‘Childline’ For Abused Children – UK-Based Charity To Set Up Free Hotline In Jamaica
The age-old adage has charged that ‘children should be seen and not heard’. But now a United Kingdom-based charity wants to change that narrative as it urges children to speak out, particularly when they are being abused.
The group, Ellen Pearl Outreach Children’s Charity (EPOCC), is launching a 24-hour children hotline locally where those who are being abused can call and be heard.
According to nurse and administrator for the Committee for the Upliftment of the Mentally Ill, Joy Crooks, the launch of such an initiative in Jamaica is timely, since a number of children are being abused and have nobody to confide in.
“We believe as adults – especially the older generation – that children are to be seen and not to be heard, and we have to move away from there because there are many experiences that children are experiencing a lot earlier than even when we were growing up,” said Crooks.
“They have got to be able to channel and talk about these feelings, and to verbalise it; and also, children have got to feel comfortable that when they are talking about an experience they feel as though they are believed and not be put in doubt or be blamed that the situation was brought on by them.”
Crooks is a trustee member for the EPOCC, which will launch its Jamaican chapter on May 27 at the University of the West Indies, Western Campus.
The free telephone hotline for children is intended to empower Jamaica’s most vulnerable citizens by making counsellors available to them every second of the day to listen, counsel, educate and refer them to agencies which can provide further assistance.
Children will not be required to give their names or other personal details.
Psychologist Dr Pearnel Bell believes that children will be more inclined to share their stories of abuse over the phone rather than in person.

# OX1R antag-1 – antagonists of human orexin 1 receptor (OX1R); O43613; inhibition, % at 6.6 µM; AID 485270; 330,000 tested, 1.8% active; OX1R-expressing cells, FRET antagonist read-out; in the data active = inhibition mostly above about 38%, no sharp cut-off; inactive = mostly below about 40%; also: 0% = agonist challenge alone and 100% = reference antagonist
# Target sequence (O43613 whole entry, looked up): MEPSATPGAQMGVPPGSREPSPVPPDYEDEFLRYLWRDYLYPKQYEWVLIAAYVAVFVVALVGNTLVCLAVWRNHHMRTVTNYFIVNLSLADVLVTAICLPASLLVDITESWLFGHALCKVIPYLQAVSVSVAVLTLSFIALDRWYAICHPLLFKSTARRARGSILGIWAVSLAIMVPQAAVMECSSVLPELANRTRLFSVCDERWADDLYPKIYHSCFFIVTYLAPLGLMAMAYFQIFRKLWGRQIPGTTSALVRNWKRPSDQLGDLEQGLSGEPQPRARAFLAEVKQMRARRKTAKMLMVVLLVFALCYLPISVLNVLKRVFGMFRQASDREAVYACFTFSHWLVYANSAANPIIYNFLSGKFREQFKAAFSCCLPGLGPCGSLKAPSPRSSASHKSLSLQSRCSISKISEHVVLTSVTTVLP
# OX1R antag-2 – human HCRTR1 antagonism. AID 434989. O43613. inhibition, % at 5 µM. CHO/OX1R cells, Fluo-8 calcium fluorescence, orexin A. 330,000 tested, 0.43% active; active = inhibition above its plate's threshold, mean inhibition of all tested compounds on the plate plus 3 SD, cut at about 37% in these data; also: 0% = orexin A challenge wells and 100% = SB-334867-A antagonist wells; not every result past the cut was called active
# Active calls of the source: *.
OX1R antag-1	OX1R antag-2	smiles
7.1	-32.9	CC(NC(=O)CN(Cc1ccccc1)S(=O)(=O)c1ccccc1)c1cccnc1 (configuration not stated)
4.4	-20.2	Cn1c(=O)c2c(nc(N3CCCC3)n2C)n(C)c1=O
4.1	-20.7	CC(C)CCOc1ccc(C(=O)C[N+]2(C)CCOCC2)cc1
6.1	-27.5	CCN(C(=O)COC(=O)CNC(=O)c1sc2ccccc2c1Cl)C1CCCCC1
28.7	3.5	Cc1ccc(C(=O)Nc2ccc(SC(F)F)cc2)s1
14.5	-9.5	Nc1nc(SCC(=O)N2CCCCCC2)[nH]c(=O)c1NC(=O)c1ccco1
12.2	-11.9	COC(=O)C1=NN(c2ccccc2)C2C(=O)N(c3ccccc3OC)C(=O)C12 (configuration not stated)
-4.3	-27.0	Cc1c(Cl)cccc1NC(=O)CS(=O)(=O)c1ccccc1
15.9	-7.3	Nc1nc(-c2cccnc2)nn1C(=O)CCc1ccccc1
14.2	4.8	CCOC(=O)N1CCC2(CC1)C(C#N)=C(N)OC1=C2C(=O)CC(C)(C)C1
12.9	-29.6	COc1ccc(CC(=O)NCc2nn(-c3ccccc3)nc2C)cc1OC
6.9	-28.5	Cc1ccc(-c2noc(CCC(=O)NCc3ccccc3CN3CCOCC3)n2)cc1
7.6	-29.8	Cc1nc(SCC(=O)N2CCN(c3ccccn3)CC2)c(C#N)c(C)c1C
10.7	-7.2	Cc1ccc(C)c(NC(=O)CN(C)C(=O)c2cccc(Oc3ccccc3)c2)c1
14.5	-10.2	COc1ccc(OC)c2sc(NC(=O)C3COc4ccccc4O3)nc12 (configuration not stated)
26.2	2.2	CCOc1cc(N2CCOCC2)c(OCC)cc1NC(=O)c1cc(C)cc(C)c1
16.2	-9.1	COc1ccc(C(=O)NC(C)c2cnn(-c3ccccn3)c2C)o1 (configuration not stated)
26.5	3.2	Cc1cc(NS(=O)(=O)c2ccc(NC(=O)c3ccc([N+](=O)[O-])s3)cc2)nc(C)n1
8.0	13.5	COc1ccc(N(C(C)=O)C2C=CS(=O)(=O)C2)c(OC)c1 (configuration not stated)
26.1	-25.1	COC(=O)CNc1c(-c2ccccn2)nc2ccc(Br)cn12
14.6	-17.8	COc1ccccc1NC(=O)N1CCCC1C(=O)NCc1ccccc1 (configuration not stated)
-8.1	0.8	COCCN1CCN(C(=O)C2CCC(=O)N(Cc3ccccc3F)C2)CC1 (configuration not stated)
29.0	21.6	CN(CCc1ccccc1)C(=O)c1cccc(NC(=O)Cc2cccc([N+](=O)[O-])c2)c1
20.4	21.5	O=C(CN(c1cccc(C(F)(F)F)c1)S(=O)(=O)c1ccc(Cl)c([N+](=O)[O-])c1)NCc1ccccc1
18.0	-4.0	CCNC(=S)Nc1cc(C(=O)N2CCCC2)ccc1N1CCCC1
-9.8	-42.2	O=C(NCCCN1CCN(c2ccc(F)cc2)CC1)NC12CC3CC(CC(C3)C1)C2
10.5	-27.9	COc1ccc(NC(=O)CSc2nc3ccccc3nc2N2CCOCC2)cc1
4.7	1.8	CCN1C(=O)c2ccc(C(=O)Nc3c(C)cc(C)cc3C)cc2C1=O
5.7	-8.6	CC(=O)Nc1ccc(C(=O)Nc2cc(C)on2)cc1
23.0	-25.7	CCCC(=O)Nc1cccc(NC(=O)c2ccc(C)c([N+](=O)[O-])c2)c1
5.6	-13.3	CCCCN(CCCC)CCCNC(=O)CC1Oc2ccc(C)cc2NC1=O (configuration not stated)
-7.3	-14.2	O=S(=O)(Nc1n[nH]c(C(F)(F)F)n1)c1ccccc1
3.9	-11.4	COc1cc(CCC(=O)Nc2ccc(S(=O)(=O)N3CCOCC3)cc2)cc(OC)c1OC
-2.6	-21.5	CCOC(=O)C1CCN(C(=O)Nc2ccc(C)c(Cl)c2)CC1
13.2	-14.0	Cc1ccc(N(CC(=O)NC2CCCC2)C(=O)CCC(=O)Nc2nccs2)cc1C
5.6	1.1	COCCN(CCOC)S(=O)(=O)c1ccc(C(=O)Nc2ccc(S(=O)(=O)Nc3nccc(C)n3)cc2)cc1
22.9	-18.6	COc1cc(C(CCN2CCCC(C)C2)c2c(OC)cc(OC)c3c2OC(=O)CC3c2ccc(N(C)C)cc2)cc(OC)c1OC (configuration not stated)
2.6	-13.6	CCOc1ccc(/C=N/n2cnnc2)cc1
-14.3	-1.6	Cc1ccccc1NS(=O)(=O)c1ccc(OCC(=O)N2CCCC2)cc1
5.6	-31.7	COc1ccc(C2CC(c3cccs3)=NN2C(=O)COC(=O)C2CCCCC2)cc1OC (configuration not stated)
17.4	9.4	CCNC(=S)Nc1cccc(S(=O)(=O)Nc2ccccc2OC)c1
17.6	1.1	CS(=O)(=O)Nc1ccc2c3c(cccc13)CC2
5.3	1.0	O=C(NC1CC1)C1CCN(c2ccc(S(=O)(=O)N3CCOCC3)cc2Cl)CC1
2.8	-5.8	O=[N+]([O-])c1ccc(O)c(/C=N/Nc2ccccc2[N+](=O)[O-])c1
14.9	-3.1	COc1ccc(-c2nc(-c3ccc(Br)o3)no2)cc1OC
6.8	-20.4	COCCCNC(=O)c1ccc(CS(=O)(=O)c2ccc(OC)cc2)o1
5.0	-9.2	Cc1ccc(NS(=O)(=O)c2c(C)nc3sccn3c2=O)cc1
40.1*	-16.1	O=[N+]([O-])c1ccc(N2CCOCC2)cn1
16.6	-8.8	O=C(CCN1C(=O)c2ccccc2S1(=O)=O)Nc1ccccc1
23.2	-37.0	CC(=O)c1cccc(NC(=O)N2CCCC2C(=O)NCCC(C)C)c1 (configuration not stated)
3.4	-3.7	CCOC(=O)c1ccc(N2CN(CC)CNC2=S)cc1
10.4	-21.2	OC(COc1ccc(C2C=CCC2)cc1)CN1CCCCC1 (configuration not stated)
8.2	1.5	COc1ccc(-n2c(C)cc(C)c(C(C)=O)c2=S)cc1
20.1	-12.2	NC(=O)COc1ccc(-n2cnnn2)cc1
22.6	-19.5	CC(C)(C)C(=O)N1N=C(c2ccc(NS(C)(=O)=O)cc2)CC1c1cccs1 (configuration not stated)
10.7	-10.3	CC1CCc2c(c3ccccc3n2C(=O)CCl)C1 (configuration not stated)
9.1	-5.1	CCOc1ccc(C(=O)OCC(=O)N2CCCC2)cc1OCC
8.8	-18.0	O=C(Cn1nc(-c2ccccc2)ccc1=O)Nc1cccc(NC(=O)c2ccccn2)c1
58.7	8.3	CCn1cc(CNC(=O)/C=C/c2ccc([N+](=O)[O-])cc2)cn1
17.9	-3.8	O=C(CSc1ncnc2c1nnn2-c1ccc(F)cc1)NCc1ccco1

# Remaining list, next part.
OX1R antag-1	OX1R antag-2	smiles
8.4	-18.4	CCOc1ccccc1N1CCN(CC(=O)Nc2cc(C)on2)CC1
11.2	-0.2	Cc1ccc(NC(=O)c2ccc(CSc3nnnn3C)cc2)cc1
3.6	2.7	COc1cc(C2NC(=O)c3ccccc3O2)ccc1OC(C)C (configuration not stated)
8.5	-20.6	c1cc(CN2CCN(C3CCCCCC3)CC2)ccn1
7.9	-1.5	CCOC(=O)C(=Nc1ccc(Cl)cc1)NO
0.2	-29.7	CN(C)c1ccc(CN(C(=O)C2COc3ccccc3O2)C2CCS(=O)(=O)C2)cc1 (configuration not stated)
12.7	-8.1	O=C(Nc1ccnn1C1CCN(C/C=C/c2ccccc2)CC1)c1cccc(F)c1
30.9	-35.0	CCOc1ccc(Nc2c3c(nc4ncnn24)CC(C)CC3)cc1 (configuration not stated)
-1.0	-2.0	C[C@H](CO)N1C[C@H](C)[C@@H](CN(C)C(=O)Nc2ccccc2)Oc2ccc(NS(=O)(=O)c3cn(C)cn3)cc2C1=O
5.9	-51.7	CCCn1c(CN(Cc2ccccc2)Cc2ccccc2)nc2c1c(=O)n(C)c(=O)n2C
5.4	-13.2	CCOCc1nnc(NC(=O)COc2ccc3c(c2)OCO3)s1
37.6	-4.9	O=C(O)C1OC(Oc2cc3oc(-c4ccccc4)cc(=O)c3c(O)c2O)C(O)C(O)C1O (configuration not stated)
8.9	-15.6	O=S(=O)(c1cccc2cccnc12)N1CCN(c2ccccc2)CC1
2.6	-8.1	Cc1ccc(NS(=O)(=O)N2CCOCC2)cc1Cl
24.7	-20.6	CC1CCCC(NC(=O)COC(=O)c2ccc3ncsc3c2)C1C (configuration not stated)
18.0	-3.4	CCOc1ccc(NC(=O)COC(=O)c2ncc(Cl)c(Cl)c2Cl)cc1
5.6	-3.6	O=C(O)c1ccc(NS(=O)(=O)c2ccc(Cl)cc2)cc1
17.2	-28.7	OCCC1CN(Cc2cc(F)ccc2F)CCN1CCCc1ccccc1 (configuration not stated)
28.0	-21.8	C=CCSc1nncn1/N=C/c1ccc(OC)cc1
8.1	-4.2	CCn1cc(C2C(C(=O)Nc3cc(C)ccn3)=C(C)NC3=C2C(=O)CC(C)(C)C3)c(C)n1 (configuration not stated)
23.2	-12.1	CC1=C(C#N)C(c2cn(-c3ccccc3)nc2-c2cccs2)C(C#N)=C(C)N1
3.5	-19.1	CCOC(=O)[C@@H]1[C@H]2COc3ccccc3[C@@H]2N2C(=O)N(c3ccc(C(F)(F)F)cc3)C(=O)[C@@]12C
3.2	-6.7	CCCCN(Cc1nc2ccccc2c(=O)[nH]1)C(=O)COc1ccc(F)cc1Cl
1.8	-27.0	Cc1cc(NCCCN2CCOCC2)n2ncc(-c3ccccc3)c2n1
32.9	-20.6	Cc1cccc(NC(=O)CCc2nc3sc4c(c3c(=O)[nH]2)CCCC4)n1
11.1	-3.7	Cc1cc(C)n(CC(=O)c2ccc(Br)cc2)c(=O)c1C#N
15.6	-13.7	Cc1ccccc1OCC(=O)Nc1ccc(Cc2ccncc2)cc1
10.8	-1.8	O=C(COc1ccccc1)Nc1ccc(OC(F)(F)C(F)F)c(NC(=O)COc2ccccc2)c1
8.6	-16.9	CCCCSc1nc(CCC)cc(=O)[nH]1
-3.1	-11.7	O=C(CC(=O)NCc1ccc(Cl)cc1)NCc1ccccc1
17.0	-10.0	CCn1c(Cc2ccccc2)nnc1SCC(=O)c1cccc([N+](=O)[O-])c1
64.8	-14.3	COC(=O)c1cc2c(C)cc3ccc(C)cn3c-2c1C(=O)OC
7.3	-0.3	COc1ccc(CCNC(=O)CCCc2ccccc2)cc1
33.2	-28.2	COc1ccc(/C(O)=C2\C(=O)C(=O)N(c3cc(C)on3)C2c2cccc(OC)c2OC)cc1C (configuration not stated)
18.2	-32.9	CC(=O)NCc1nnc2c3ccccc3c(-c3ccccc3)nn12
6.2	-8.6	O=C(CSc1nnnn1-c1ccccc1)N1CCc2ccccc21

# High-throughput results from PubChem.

FEAR OF SPEAKING
Bell told The Sunday Gleaner that perpetrators of abuse have often taken advantage of children’s’ fear of speaking out, and the availability of this hotline could put a damper on their efforts to cause harm.
“With this ‘childline’, the child can call as many times as they want,” said Bell, who is the local coordinator for EPOCC.
She said discussions are currently under way with telecommunications companies in Jamaica to set up the free hotline, and the organisation currently has about 50 volunteers who will be trained to become counsellors.
It is her hope that other individuals will volunteer their time to be trained as counsellors.
According to preliminary statistics from the Office of the Children’s Registry, there were 16,790 cases of sexual abuse reported against children between 2007 and 2014.
More than 21,000 children were deemed to be in need of care and protection during the seven-year period.
Bell, who has been a psychologist for the past 13 years, said she is confronted daily with stories or reports of abuse and is extremely concerned that a number of Jamaican children are self-mutilating as a way of escape.
“Top of the list is the sexual abuse. It is very rampant in Jamaica. Even though we have so many children’s organisations and they have been trying, the problem persists,” said Bell, as she noted that the physical abuse of children is just as worrying.
“Just recently, I had a child here (and) I tell you, I went home feeling very sick because of the level of abuse that this child suffer. At the time of my seeing her she was 11 years old, and the abuse started when she was about three years old. Broken ribs, broken hands, injury to the head, it was just too much,” she lamented.
EPOCC was started by Jamaicans living in the UK who are just as concerned as Bell about the level of child abuse in Jamaica.